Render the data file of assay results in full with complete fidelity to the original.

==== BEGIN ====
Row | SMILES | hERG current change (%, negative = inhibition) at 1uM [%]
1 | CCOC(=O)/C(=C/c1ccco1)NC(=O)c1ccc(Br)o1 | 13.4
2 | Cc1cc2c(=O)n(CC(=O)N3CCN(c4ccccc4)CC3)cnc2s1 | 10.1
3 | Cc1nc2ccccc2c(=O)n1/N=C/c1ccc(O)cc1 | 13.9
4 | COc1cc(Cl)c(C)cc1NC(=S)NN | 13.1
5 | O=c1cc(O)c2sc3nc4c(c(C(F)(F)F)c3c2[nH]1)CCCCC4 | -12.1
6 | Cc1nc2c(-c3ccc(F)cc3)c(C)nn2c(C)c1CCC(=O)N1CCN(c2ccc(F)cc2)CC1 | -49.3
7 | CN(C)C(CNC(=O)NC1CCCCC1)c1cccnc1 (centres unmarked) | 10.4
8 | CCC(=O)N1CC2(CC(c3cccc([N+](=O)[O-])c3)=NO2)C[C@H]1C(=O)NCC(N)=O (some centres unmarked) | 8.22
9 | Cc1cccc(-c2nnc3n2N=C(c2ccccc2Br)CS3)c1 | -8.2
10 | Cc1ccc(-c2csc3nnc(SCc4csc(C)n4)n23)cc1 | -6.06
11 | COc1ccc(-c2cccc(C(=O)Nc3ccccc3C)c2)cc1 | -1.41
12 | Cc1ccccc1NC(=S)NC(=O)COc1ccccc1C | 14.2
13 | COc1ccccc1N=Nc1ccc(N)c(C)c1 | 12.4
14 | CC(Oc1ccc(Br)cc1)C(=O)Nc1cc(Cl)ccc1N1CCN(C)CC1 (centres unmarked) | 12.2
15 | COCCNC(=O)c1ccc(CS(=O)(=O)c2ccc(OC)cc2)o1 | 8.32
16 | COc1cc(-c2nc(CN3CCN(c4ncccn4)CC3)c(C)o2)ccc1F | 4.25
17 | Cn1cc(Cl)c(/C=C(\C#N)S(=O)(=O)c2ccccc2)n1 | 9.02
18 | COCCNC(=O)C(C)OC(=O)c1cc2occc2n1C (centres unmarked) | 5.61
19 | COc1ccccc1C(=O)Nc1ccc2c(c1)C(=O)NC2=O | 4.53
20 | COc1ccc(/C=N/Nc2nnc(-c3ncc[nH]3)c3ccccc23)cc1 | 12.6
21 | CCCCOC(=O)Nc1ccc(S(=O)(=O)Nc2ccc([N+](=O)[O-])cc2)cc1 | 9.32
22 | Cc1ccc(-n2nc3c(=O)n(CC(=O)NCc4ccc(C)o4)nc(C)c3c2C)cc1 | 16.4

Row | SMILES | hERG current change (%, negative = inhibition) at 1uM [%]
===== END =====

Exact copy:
Row | SMILES | hERG current change (%, negative = inhibition) at 1uM [%]
1 | CCOC(=O)/C(=C/c1ccco1)NC(=O)c1ccc(Br)o1 | 13.4
2 | Cc1cc2c(=O)n(CC(=O)N3CCN(c4ccccc4)CC3)cnc2s1 | 10.1
3 | Cc1nc2ccccc2c(=O)n1/N=C/c1ccc(O)cc1 | 13.9
4 | COc1cc(Cl)c(C)cc1NC(=S)NN | 13.1
5 | O=c1cc(O)c2sc3nc4c(c(C(F)(F)F)c3c2[nH]1)CCCCC4 | -12.1
6 | Cc1nc2c(-c3ccc(F)cc3)c(C)nn2c(C)c1CCC(=O)N1CCN(c2ccc(F)cc2)CC1 | -49.3
7 | CN(C)C(CNC(=O)NC1CCCCC1)c1cccnc1 (centres unmarked) | 10.4
8 | CCC(=O)N1CC2(CC(c3cccc([N+](=O)[O-])c3)=NO2)C[C@H]1C(=O)NCC(N)=O (some centres unmarked) | 8.22
9 | Cc1cccc(-c2nnc3n2N=C(c2ccccc2Br)CS3)c1 | -8.2
10 | Cc1ccc(-c2csc3nnc(SCc4csc(C)n4)n23)cc1 | -6.06
11 | COc1ccc(-c2cccc(C(=O)Nc3ccccc3C)c2)cc1 | -1.41
12 | Cc1ccccc1NC(=S)NC(=O)COc1ccccc1C | 14.2
13 | COc1ccccc1N=Nc1ccc(N)c(C)c1 | 12.4
14 | CC(Oc1ccc(Br)cc1)C(=O)Nc1cc(Cl)ccc1N1CCN(C)CC1 (centres unmarked) | 12.2
15 | COCCNC(=O)c1ccc(CS(=O)(=O)c2ccc(OC)cc2)o1 | 8.32
16 | COc1cc(-c2nc(CN3CCN(c4ncccn4)CC3)c(C)o2)ccc1F | 4.25
17 | Cn1cc(Cl)c(/C=C(\C#N)S(=O)(=O)c2ccccc2)n1 | 9.02
18 | COCCNC(=O)C(C)OC(=O)c1cc2occc2n1C (centres unmarked) | 5.61
19 | COc1ccccc1C(=O)Nc1ccc2c(c1)C(=O)NC2=O | 4.53
20 | COc1ccc(/C=N/Nc2nnc(-c3ncc[nH]3)c3ccccc23)cc1 | 12.6
21 | CCCCOC(=O)Nc1ccc(S(=O)(=O)Nc2ccc([N+](=O)[O-])cc2)cc1 | 9.32
22 | Cc1ccc(-n2nc3c(=O)n(CC(=O)NCc4ccc(C)o4)nc(C)c3c2C)cc1 | 16.4

Row | SMILES | hERG current change (%, negative = inhibition) at 1uM [%]